Beware. Your GPS may be collecting evidence against you. More and more motorcyclists today are using GPS (Global Positioning Systems) to plan trips, get directions, and keep track of miles traveled. However, keep in mind that, if you are in a motorcycle accident, you may be collecting evidence that could be used against you in both a criminal and civil trial.
What GPS systems track on vehicles
Most GPS systems allow you to keep track of your speed. As such, they can be used as evidence in court. I have come across jurisdictions which, at the scene of an accident when speed is a question, will seize a crash victim’s GPS, get a search warrant, and download the information pertaining to speed.
Such action does more than subject the crash victim to a speeding ticket. It can, if the injured party was speeding, put their ability to collect damages for their injuries at risk. Virginia is a contributory negligence state (as are both North Carolina and Maryland). That means that if the party that injured you can show that you were in some way at fault in causing the accident, then your claim can be denied.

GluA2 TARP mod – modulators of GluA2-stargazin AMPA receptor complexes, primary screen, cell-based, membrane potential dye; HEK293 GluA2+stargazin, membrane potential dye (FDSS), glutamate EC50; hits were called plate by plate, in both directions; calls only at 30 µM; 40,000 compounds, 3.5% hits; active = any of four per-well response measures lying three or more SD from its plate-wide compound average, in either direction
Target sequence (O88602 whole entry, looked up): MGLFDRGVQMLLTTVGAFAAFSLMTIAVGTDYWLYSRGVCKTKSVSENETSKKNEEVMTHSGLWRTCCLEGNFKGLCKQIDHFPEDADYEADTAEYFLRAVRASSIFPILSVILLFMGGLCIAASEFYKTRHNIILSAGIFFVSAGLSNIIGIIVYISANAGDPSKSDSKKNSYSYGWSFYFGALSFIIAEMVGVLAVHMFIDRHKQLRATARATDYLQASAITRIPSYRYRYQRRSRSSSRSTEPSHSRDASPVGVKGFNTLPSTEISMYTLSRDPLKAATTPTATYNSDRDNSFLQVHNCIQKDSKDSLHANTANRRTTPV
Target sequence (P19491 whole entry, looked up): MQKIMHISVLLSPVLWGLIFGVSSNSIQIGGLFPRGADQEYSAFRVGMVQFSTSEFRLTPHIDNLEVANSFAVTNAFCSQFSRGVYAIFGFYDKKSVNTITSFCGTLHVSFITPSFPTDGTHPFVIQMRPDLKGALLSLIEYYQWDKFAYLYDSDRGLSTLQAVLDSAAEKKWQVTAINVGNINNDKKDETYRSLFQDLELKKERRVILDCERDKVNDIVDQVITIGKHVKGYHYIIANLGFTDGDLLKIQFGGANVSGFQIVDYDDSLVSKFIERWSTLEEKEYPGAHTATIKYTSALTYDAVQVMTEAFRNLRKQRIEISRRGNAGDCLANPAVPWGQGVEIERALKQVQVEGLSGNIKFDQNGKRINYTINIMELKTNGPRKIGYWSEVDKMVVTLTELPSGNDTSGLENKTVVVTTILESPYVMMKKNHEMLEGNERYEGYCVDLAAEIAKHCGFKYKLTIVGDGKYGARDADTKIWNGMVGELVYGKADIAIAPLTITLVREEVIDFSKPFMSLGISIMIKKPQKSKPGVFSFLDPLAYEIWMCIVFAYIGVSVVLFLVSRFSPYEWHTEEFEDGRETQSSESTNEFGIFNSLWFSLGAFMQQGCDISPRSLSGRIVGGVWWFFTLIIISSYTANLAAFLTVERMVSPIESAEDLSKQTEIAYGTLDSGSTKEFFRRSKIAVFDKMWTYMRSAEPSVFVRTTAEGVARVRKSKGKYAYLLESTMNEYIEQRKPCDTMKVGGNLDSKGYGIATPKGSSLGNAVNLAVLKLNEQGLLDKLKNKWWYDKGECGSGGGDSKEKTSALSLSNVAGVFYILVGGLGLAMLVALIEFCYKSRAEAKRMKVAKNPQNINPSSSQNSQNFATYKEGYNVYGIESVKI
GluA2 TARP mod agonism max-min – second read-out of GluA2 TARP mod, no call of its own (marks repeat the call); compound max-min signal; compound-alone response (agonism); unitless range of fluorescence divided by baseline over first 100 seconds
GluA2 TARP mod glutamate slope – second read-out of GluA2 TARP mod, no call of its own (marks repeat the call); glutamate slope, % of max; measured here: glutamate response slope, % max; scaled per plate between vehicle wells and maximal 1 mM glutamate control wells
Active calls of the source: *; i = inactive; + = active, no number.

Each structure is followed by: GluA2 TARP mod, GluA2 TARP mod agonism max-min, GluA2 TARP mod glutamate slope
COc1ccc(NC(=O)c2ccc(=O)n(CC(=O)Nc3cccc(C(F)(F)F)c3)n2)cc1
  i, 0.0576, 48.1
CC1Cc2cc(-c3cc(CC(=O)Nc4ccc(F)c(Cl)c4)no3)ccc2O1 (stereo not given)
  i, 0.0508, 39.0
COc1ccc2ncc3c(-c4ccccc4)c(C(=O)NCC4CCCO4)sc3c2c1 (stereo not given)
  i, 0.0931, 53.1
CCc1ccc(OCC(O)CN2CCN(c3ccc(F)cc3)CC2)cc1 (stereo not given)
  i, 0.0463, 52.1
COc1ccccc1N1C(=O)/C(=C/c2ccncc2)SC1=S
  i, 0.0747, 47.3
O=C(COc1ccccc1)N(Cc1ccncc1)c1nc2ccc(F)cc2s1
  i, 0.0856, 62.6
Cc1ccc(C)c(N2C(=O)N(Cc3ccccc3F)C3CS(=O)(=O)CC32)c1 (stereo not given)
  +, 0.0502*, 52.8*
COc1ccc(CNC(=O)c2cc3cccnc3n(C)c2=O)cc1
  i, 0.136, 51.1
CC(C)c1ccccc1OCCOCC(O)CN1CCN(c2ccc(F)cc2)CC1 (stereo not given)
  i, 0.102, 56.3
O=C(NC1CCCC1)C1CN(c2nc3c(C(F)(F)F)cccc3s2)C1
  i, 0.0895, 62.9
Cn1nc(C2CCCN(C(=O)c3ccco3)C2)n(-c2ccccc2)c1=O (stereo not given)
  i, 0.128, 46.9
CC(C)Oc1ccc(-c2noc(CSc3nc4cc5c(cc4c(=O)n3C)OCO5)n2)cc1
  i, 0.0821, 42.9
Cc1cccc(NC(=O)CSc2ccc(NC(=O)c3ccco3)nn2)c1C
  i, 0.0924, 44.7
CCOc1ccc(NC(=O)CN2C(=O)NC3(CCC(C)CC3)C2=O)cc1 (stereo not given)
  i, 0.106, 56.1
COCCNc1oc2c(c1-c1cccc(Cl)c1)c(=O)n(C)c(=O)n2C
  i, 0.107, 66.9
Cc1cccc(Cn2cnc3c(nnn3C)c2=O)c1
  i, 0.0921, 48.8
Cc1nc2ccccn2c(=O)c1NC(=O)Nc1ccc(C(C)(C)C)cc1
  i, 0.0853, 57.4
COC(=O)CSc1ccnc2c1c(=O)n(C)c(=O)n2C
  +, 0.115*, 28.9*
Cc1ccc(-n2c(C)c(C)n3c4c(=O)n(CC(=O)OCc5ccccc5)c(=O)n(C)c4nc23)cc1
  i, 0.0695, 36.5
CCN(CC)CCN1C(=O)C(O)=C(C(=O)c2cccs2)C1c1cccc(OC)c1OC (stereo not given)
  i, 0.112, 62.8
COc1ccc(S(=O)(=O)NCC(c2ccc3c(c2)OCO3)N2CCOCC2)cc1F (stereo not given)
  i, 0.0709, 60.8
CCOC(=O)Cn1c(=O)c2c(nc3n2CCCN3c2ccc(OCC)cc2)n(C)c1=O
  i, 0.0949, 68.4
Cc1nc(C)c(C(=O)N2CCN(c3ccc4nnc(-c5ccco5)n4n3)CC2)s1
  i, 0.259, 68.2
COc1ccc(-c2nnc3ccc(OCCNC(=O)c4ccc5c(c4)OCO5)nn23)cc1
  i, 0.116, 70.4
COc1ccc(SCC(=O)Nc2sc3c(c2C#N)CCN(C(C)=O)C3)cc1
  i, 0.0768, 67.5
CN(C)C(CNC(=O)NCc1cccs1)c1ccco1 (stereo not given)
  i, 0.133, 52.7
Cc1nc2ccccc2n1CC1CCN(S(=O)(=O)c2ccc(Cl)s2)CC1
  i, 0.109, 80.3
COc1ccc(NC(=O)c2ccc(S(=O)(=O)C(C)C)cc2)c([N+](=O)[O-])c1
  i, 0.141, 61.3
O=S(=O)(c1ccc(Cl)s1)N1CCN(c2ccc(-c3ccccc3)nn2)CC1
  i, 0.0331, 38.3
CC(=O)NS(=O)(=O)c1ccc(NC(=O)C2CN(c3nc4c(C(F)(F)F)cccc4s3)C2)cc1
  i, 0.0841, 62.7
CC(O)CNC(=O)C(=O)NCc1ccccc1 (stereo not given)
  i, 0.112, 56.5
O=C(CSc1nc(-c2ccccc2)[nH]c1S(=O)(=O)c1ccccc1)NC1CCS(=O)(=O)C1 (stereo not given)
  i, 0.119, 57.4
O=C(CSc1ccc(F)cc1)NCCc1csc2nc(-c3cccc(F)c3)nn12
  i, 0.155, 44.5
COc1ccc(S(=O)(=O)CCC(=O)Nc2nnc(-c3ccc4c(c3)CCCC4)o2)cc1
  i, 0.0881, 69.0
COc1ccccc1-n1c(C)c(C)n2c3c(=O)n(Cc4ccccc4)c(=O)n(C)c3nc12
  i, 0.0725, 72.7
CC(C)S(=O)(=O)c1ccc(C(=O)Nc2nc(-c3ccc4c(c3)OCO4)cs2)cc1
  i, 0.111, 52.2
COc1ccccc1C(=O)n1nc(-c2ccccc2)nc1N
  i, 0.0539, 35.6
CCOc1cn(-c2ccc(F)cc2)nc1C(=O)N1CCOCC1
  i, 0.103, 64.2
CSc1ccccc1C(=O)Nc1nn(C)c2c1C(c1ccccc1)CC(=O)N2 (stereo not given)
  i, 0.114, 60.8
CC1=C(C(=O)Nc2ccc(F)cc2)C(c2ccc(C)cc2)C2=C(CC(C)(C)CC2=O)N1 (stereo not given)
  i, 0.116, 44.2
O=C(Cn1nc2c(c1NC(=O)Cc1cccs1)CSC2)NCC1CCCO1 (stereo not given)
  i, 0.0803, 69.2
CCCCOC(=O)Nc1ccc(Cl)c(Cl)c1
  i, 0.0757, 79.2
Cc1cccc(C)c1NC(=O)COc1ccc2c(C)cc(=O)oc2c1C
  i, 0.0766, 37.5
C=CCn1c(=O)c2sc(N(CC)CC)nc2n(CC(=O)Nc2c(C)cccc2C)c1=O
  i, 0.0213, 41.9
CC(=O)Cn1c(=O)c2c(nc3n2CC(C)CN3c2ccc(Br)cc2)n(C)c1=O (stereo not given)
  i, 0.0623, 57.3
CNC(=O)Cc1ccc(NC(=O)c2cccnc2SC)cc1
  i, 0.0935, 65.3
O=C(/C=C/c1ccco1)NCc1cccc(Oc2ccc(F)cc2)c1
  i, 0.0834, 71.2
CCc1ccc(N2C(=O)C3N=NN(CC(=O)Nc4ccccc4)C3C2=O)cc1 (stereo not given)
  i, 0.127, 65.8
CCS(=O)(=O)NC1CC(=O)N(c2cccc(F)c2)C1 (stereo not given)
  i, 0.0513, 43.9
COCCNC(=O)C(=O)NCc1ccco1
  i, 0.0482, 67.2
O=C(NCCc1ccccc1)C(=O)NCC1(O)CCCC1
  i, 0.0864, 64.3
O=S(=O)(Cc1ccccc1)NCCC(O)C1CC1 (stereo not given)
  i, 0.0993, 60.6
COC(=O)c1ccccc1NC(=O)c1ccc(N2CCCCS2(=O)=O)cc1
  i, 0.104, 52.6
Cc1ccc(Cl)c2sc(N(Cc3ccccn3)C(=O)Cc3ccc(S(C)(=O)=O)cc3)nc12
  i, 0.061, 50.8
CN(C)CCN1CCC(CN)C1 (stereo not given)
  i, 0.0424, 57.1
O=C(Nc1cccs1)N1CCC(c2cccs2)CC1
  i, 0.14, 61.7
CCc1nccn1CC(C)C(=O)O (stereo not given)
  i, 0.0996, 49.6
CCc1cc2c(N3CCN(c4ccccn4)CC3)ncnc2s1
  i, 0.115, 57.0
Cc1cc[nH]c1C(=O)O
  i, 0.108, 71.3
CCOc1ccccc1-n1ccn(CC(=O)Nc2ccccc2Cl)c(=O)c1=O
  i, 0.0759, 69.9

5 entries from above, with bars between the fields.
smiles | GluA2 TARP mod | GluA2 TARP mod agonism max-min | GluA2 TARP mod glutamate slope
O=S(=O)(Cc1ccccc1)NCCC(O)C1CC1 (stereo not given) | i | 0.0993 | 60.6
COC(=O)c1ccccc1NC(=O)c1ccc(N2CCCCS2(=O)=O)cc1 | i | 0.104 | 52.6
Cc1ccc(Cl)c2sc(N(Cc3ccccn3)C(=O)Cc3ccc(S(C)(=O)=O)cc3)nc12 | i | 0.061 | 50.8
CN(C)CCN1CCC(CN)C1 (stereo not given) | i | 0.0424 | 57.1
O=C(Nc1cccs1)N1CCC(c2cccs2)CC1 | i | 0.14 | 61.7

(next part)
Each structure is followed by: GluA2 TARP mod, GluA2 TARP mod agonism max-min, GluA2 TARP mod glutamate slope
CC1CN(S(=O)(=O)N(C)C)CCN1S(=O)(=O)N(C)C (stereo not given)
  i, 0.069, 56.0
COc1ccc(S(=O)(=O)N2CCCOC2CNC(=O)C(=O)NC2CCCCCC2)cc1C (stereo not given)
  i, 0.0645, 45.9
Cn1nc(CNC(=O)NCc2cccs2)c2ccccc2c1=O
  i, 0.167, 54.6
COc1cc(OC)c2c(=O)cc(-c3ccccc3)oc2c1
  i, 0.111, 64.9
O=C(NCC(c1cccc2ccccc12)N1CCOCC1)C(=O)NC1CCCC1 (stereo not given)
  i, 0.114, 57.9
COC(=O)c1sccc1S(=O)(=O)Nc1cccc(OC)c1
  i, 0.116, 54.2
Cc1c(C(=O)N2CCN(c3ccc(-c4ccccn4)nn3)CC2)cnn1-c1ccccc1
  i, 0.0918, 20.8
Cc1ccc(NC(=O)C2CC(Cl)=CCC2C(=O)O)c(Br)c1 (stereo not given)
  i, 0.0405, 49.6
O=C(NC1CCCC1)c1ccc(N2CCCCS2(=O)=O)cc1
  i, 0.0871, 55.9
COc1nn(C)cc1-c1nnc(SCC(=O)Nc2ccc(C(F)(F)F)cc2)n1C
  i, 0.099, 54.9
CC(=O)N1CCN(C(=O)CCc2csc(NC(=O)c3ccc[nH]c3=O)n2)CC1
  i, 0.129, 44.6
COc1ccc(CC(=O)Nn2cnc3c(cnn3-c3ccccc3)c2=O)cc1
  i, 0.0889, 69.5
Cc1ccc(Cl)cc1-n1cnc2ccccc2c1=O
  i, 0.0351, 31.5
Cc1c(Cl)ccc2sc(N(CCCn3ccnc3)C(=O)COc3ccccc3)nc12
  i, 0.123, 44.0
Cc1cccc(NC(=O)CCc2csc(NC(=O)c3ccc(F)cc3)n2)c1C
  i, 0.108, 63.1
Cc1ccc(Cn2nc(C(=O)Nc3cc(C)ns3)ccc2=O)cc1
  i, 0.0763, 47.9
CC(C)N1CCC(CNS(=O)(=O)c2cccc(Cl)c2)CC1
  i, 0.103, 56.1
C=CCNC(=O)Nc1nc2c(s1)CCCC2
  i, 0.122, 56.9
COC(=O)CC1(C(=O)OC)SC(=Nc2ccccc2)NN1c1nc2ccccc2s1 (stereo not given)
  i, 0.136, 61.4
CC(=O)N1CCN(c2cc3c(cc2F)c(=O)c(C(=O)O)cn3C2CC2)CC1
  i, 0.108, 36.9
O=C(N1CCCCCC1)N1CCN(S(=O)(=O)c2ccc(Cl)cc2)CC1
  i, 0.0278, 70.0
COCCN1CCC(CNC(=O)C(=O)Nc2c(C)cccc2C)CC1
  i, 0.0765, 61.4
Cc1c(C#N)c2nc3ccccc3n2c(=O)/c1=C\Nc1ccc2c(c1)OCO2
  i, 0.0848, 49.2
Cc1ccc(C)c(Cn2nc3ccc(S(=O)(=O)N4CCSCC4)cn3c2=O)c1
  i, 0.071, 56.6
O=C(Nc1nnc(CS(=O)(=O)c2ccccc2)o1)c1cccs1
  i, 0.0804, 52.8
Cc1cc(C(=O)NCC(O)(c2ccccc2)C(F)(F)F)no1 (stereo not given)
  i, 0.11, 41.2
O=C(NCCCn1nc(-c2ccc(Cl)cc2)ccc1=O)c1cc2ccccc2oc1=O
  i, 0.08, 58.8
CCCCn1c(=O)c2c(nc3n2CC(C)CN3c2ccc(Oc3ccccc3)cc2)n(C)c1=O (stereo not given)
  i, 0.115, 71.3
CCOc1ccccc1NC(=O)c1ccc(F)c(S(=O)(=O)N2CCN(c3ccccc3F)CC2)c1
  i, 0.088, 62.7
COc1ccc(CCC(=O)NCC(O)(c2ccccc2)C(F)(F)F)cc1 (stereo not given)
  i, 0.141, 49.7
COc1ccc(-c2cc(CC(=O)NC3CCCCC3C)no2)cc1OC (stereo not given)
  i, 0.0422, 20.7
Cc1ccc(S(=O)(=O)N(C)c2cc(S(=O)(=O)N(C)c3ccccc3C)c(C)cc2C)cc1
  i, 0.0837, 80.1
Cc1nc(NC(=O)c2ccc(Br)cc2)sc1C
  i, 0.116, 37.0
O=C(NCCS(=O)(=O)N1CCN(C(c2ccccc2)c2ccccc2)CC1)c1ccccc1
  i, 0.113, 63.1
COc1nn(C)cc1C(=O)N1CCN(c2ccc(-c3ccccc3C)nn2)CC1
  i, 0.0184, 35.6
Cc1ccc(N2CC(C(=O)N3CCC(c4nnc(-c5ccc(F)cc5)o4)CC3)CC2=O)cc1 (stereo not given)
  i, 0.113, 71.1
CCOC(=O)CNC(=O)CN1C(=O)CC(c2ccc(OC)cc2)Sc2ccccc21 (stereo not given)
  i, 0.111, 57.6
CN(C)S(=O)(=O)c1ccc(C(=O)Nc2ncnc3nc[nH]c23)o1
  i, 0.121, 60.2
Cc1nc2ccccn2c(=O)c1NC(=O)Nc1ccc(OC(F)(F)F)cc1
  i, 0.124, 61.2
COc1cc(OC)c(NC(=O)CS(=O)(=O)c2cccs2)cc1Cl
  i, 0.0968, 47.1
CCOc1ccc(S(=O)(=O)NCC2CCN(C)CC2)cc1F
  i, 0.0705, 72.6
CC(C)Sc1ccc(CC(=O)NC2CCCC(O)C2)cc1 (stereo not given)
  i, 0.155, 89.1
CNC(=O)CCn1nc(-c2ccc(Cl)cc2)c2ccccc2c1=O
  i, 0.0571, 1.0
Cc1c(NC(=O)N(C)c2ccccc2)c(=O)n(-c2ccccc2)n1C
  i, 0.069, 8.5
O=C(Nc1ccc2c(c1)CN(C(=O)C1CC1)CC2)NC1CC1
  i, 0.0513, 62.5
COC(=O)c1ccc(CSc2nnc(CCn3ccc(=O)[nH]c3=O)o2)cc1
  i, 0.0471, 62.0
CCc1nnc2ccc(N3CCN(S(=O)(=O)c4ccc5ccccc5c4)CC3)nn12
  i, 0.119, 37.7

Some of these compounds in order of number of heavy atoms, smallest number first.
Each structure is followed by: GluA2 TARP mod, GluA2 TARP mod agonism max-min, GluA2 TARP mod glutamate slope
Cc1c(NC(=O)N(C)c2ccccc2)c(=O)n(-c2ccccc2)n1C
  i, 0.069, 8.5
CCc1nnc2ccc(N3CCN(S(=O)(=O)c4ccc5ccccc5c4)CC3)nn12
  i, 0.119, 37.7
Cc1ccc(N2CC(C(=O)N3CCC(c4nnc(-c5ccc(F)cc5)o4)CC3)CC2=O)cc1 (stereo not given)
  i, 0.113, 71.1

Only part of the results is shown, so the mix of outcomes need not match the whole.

Speed can be used as a contributing factor to deny an injury claim, even if the other party is more at fault than you. Even in other states which are comparative negligence states, speed can be used to reduce the amount of your claim if another person injures you.
Should you use a GPS on your motorcycle?
Now keep in mind that I am in no way suggesting that you should not use a GPS on your motorcycle. I am merely suggesting that if you do, keep in mind that, depending on the system and how you use it, you could be collecting evidence that could eventually be used by the party that injures you to avoid paying for the injuries that they caused.